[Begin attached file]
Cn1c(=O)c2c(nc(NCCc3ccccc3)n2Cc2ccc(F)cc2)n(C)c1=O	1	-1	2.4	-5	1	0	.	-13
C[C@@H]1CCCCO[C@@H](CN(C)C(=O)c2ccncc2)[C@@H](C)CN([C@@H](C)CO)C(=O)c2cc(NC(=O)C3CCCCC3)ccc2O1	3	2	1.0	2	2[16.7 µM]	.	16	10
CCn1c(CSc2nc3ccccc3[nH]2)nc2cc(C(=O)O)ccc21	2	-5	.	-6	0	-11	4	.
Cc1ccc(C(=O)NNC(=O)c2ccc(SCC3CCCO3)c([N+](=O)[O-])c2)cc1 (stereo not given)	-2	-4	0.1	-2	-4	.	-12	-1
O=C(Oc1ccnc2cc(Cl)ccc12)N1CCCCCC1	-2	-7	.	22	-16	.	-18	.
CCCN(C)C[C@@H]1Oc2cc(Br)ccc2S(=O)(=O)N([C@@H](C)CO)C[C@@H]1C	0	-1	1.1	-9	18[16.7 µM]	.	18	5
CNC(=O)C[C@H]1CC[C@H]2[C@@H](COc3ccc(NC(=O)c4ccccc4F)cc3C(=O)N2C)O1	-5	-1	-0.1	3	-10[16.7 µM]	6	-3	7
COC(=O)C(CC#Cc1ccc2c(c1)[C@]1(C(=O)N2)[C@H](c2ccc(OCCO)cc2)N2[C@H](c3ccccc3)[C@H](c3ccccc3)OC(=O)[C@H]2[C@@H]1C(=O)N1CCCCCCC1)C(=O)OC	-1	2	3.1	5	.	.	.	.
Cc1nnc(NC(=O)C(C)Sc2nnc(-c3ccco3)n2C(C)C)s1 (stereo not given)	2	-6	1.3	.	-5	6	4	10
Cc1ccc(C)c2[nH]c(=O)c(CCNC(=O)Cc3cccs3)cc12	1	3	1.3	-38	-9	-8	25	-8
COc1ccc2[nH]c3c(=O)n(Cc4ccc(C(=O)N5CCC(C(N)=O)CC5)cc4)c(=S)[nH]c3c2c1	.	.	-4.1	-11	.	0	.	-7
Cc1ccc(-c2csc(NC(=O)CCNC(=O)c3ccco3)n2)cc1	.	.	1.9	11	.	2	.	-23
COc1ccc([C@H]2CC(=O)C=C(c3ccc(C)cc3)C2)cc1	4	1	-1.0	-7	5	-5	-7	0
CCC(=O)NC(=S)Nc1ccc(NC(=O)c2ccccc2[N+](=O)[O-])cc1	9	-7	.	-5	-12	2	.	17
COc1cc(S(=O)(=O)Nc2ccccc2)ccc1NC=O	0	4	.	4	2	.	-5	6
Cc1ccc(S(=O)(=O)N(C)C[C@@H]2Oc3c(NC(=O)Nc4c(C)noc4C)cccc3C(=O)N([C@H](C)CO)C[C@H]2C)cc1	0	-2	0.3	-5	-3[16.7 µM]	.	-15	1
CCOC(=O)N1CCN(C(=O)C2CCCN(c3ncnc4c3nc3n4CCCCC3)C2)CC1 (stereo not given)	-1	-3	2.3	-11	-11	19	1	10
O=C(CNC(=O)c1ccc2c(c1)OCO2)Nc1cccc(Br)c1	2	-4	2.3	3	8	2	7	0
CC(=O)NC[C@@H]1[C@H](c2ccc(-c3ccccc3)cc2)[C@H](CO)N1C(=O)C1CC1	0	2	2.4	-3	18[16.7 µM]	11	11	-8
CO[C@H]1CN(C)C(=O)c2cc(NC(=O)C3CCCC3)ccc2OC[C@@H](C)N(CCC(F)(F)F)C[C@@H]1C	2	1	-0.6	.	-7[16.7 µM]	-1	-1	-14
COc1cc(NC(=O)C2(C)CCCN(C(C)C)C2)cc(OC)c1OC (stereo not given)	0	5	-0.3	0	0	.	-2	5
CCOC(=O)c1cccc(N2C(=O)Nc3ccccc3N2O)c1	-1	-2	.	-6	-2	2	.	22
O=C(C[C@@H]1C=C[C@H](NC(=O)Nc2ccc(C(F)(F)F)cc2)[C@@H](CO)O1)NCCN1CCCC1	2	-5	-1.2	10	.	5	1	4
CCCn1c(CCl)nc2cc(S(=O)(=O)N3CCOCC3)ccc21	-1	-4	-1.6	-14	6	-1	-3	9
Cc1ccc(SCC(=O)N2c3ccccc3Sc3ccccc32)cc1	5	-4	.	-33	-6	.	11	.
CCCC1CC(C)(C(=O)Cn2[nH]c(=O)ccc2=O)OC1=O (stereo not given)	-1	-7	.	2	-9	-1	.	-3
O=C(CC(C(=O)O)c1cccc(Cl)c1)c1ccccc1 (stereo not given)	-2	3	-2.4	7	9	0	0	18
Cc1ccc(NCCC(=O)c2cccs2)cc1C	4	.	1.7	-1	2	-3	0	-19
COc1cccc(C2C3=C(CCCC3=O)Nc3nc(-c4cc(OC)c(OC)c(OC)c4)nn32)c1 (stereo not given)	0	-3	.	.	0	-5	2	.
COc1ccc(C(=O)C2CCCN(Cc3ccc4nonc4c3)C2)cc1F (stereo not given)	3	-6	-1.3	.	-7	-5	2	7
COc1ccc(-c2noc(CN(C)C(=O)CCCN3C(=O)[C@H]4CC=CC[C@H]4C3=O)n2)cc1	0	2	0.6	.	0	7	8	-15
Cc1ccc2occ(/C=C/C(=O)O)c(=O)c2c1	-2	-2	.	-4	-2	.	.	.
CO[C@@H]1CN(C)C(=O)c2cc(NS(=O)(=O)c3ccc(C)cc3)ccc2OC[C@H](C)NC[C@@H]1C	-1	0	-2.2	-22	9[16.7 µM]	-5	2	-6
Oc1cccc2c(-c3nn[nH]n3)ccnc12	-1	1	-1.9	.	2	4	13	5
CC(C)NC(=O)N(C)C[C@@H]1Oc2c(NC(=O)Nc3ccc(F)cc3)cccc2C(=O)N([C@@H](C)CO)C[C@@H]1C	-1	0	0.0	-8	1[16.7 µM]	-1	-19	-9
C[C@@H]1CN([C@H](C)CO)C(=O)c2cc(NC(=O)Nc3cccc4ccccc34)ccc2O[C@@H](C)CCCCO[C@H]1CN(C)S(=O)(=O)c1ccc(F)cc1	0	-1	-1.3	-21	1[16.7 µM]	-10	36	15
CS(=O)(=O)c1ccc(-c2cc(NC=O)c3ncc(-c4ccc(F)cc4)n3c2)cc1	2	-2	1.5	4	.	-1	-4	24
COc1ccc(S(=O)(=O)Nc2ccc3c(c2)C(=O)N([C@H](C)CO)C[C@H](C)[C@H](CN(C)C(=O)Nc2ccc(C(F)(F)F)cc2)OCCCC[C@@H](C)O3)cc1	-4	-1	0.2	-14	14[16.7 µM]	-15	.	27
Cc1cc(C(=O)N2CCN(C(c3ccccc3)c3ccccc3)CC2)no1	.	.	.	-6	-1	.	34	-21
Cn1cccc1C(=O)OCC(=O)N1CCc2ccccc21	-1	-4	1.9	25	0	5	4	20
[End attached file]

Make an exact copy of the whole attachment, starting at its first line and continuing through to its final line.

Cn1c(=O)c2c(nc(NCCc3ccccc3)n2Cc2ccc(F)cc2)n(C)c1=O	1	-1	2.4	-5	1	0	.	-13
C[C@@H]1CCCCO[C@@H](CN(C)C(=O)c2ccncc2)[C@@H](C)CN([C@@H](C)CO)C(=O)c2cc(NC(=O)C3CCCCC3)ccc2O1	3	2	1.0	2	2[16.7 µM]	.	16	10
CCn1c(CSc2nc3ccccc3[nH]2)nc2cc(C(=O)O)ccc21	2	-5	.	-6	0	-11	4	.
Cc1ccc(C(=O)NNC(=O)c2ccc(SCC3CCCO3)c([N+](=O)[O-])c2)cc1 (stereo not given)	-2	-4	0.1	-2	-4	.	-12	-1
O=C(Oc1ccnc2cc(Cl)ccc12)N1CCCCCC1	-2	-7	.	22	-16	.	-18	.
CCCN(C)C[C@@H]1Oc2cc(Br)ccc2S(=O)(=O)N([C@@H](C)CO)C[C@@H]1C	0	-1	1.1	-9	18[16.7 µM]	.	18	5
CNC(=O)C[C@H]1CC[C@H]2[C@@H](COc3ccc(NC(=O)c4ccccc4F)cc3C(=O)N2C)O1	-5	-1	-0.1	3	-10[16.7 µM]	6	-3	7
COC(=O)C(CC#Cc1ccc2c(c1)[C@]1(C(=O)N2)[C@H](c2ccc(OCCO)cc2)N2[C@H](c3ccccc3)[C@H](c3ccccc3)OC(=O)[C@H]2[C@@H]1C(=O)N1CCCCCCC1)C(=O)OC	-1	2	3.1	5	.	.	.	.
Cc1nnc(NC(=O)C(C)Sc2nnc(-c3ccco3)n2C(C)C)s1 (stereo not given)	2	-6	1.3	.	-5	6	4	10
Cc1ccc(C)c2[nH]c(=O)c(CCNC(=O)Cc3cccs3)cc12	1	3	1.3	-38	-9	-8	25	-8
COc1ccc2[nH]c3c(=O)n(Cc4ccc(C(=O)N5CCC(C(N)=O)CC5)cc4)c(=S)[nH]c3c2c1	.	.	-4.1	-11	.	0	.	-7
Cc1ccc(-c2csc(NC(=O)CCNC(=O)c3ccco3)n2)cc1	.	.	1.9	11	.	2	.	-23
COc1ccc([C@H]2CC(=O)C=C(c3ccc(C)cc3)C2)cc1	4	1	-1.0	-7	5	-5	-7	0
CCC(=O)NC(=S)Nc1ccc(NC(=O)c2ccccc2[N+](=O)[O-])cc1	9	-7	.	-5	-12	2	.	17
COc1cc(S(=O)(=O)Nc2ccccc2)ccc1NC=O	0	4	.	4	2	.	-5	6
Cc1ccc(S(=O)(=O)N(C)C[C@@H]2Oc3c(NC(=O)Nc4c(C)noc4C)cccc3C(=O)N([C@H](C)CO)C[C@H]2C)cc1	0	-2	0.3	-5	-3[16.7 µM]	.	-15	1
CCOC(=O)N1CCN(C(=O)C2CCCN(c3ncnc4c3nc3n4CCCCC3)C2)CC1 (stereo not given)	-1	-3	2.3	-11	-11	19	1	10
O=C(CNC(=O)c1ccc2c(c1)OCO2)Nc1cccc(Br)c1	2	-4	2.3	3	8	2	7	0
CC(=O)NC[C@@H]1[C@H](c2ccc(-c3ccccc3)cc2)[C@H](CO)N1C(=O)C1CC1	0	2	2.4	-3	18[16.7 µM]	11	11	-8
CO[C@H]1CN(C)C(=O)c2cc(NC(=O)C3CCCC3)ccc2OC[C@@H](C)N(CCC(F)(F)F)C[C@@H]1C	2	1	-0.6	.	-7[16.7 µM]	-1	-1	-14
COc1cc(NC(=O)C2(C)CCCN(C(C)C)C2)cc(OC)c1OC (stereo not given)	0	5	-0.3	0	0	.	-2	5
CCOC(=O)c1cccc(N2C(=O)Nc3ccccc3N2O)c1	-1	-2	.	-6	-2	2	.	22
O=C(C[C@@H]1C=C[C@H](NC(=O)Nc2ccc(C(F)(F)F)cc2)[C@@H](CO)O1)NCCN1CCCC1	2	-5	-1.2	10	.	5	1	4
CCCn1c(CCl)nc2cc(S(=O)(=O)N3CCOCC3)ccc21	-1	-4	-1.6	-14	6	-1	-3	9
Cc1ccc(SCC(=O)N2c3ccccc3Sc3ccccc32)cc1	5	-4	.	-33	-6	.	11	.
CCCC1CC(C)(C(=O)Cn2[nH]c(=O)ccc2=O)OC1=O (stereo not given)	-1	-7	.	2	-9	-1	.	-3
O=C(CC(C(=O)O)c1cccc(Cl)c1)c1ccccc1 (stereo not given)	-2	3	-2.4	7	9	0	0	18
Cc1ccc(NCCC(=O)c2cccs2)cc1C	4	.	1.7	-1	2	-3	0	-19
COc1cccc(C2C3=C(CCCC3=O)Nc3nc(-c4cc(OC)c(OC)c(OC)c4)nn32)c1 (stereo not given)	0	-3	.	.	0	-5	2	.
COc1ccc(C(=O)C2CCCN(Cc3ccc4nonc4c3)C2)cc1F (stereo not given)	3	-6	-1.3	.	-7	-5	2	7
COc1ccc(-c2noc(CN(C)C(=O)CCCN3C(=O)[C@H]4CC=CC[C@H]4C3=O)n2)cc1	0	2	0.6	.	0	7	8	-15
Cc1ccc2occ(/C=C/C(=O)O)c(=O)c2c1	-2	-2	.	-4	-2	.	.	.
CO[C@@H]1CN(C)C(=O)c2cc(NS(=O)(=O)c3ccc(C)cc3)ccc2OC[C@H](C)NC[C@@H]1C	-1	0	-2.2	-22	9[16.7 µM]	-5	2	-6
Oc1cccc2c(-c3nn[nH]n3)ccnc12	-1	1	-1.9	.	2	4	13	5
CC(C)NC(=O)N(C)C[C@@H]1Oc2c(NC(=O)Nc3ccc(F)cc3)cccc2C(=O)N([C@@H](C)CO)C[C@@H]1C	-1	0	0.0	-8	1[16.7 µM]	-1	-19	-9
C[C@@H]1CN([C@H](C)CO)C(=O)c2cc(NC(=O)Nc3cccc4ccccc34)ccc2O[C@@H](C)CCCCO[C@H]1CN(C)S(=O)(=O)c1ccc(F)cc1	0	-1	-1.3	-21	1[16.7 µM]	-10	36	15
CS(=O)(=O)c1ccc(-c2cc(NC=O)c3ncc(-c4ccc(F)cc4)n3c2)cc1	2	-2	1.5	4	.	-1	-4	24
COc1ccc(S(=O)(=O)Nc2ccc3c(c2)C(=O)N([C@H](C)CO)C[C@H](C)[C@H](CN(C)C(=O)Nc2ccc(C(F)(F)F)cc2)OCCCC[C@@H](C)O3)cc1	-4	-1	0.2	-14	14[16.7 µM]	-15	.	27
Cc1cc(C(=O)N2CCN(C(c3ccccc3)c3ccccc3)CC2)no1	.	.	.	-6	-1	.	34	-21
Cn1cccc1C(=O)OCC(=O)N1CCc2ccccc21	-1	-4	1.9	25	0	5	4	20